Contrary to conventional wisdom, higher resolution actually compensates for noise

Sunday November 16 2008

Camera Article
Introduction | Modeling small pixels | Comparing the SNR of cameras with different resolutions | Real-life comparisons | Conclusion

Consider the data on 5 full-frame DLSRs shown in the table below. They all have different resolutions. Note that the result for the Nikon D3 puts it far ahead of the other models in terms of RAW noise, followed by the Canon EOS 5D.

The normalized SNR for an equivalent resolution 8Mpix shows the Nikon D3 keeping an easy lead, but the difference between the EOS 1Ds Mark III is no longer huge. Further, the relatively low resolution of the EOS 5D lowers its performance compared to the higher-resolution sensors by the same manufacturer, making the comparison with a normalized resolution more relevant. Indeed, the images are not meant to be visualized at 100% zoom on a regular screen, since only a small part of the image is visible. On the other hand, the images can be printed using different and possibly large formats.

 

Model

Release date

Pixel pitch (µm)

Resolution (Mpix)

SNR 18% (effective ISO 200)

Normalized SNR 18% (effective ISO 200)

Nikon D3

8/23/2007

8.5

12.2

38.99

40.82

Canon EOS 1Ds Mark III

8/20/2007

6.4

21.5

35.05

39.35

Canon EOS 1Ds Mark II

9/21/2004

7.2

17.1

35.12

38.42

Canon 1Ds*

9/4/2002

8.8

11.1

34.72

36.14

Canon EOS 5D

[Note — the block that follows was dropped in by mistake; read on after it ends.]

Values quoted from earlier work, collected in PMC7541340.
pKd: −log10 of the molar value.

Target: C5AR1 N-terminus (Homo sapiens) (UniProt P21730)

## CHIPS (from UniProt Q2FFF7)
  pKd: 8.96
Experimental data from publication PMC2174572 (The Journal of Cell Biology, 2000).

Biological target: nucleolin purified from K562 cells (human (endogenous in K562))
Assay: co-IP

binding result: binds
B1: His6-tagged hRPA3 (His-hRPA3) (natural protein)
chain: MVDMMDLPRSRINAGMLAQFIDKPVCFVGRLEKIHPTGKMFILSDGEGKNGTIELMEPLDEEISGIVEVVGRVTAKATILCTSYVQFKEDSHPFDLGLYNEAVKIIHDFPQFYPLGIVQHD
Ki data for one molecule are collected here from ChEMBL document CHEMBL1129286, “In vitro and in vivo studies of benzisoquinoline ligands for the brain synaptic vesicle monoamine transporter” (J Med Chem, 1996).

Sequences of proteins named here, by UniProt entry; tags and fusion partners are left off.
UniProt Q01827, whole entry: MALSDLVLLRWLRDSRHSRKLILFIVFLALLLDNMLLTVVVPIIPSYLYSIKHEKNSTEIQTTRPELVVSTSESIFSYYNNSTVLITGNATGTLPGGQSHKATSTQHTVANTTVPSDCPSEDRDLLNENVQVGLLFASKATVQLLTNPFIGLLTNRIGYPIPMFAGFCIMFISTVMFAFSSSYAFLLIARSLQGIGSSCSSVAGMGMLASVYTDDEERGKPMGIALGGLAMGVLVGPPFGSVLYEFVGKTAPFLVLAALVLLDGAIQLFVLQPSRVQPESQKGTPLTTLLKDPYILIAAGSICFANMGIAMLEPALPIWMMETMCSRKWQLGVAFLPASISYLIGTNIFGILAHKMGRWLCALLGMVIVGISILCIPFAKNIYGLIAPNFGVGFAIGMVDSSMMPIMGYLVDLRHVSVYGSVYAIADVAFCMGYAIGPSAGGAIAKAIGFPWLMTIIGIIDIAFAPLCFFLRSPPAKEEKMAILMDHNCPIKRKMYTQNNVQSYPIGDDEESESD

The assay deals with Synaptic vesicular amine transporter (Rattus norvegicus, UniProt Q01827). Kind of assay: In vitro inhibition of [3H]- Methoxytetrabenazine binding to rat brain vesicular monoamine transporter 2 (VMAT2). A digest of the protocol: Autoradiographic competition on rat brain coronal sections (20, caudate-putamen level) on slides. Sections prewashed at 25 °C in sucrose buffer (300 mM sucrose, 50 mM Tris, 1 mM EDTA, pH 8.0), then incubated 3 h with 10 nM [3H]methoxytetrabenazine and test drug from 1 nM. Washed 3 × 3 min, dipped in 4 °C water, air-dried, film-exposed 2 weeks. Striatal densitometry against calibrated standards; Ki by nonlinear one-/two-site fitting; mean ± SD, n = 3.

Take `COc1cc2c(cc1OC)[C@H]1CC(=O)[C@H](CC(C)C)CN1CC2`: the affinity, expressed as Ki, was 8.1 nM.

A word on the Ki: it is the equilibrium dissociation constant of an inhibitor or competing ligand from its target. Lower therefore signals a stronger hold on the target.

8/22/2005

8.2

13.2

35.99

38.17

*While the Canon 1Ds is far behind, note that it was the very first full-frame DSLR.

 

Normally, the user cannot access the effective or “real” ISO through the camera settings, but must rely on the ISO announced by the manufacturer, which is usually different. However, DxO Labs has carefully tested the above cameras to compare absolute ISO values with the ISO values announced by the manufacturers (see the results).

Effective ISO values provide the most relevant comparisons: images are shot with the same sensitivity—that is, shadows and highlights are preserved or lost in the same way, thus preserving the ranking when converting the RAW images using the same RAW converter. If we look at the minimal ISO setting (thus the maximal SNR), we see that the lowest ISO setting for Nikon D3 is ISO 200, whereas it is 100 for the Canon DSLRs. The noise measurements at minimal sensitivity are shown below.

 

Model

Manufacturer min ISO

Effective min ISO

SNR 18% Max

Normalized SNR 18% Max

Nikon D3

200

131

41.03

42.86

Canon EOS 1Ds Mark III

100

70

38.58

42.89

Canon EOS 1Ds Mark II

100

79

38.19

41.49

Canon 1Ds

100

93

37.92

39.34

Canon EOS 5D

100

88

38.75

40.93

 

 

In this case, the EOS 1Ds Mark III and D3 are tied. However, the 1Ds Mark III image will be underexposed compared to the D3 (about 1Ev in manual mode), or the exposure time will be twice as large (assuming that auto-exposure strategies are the same).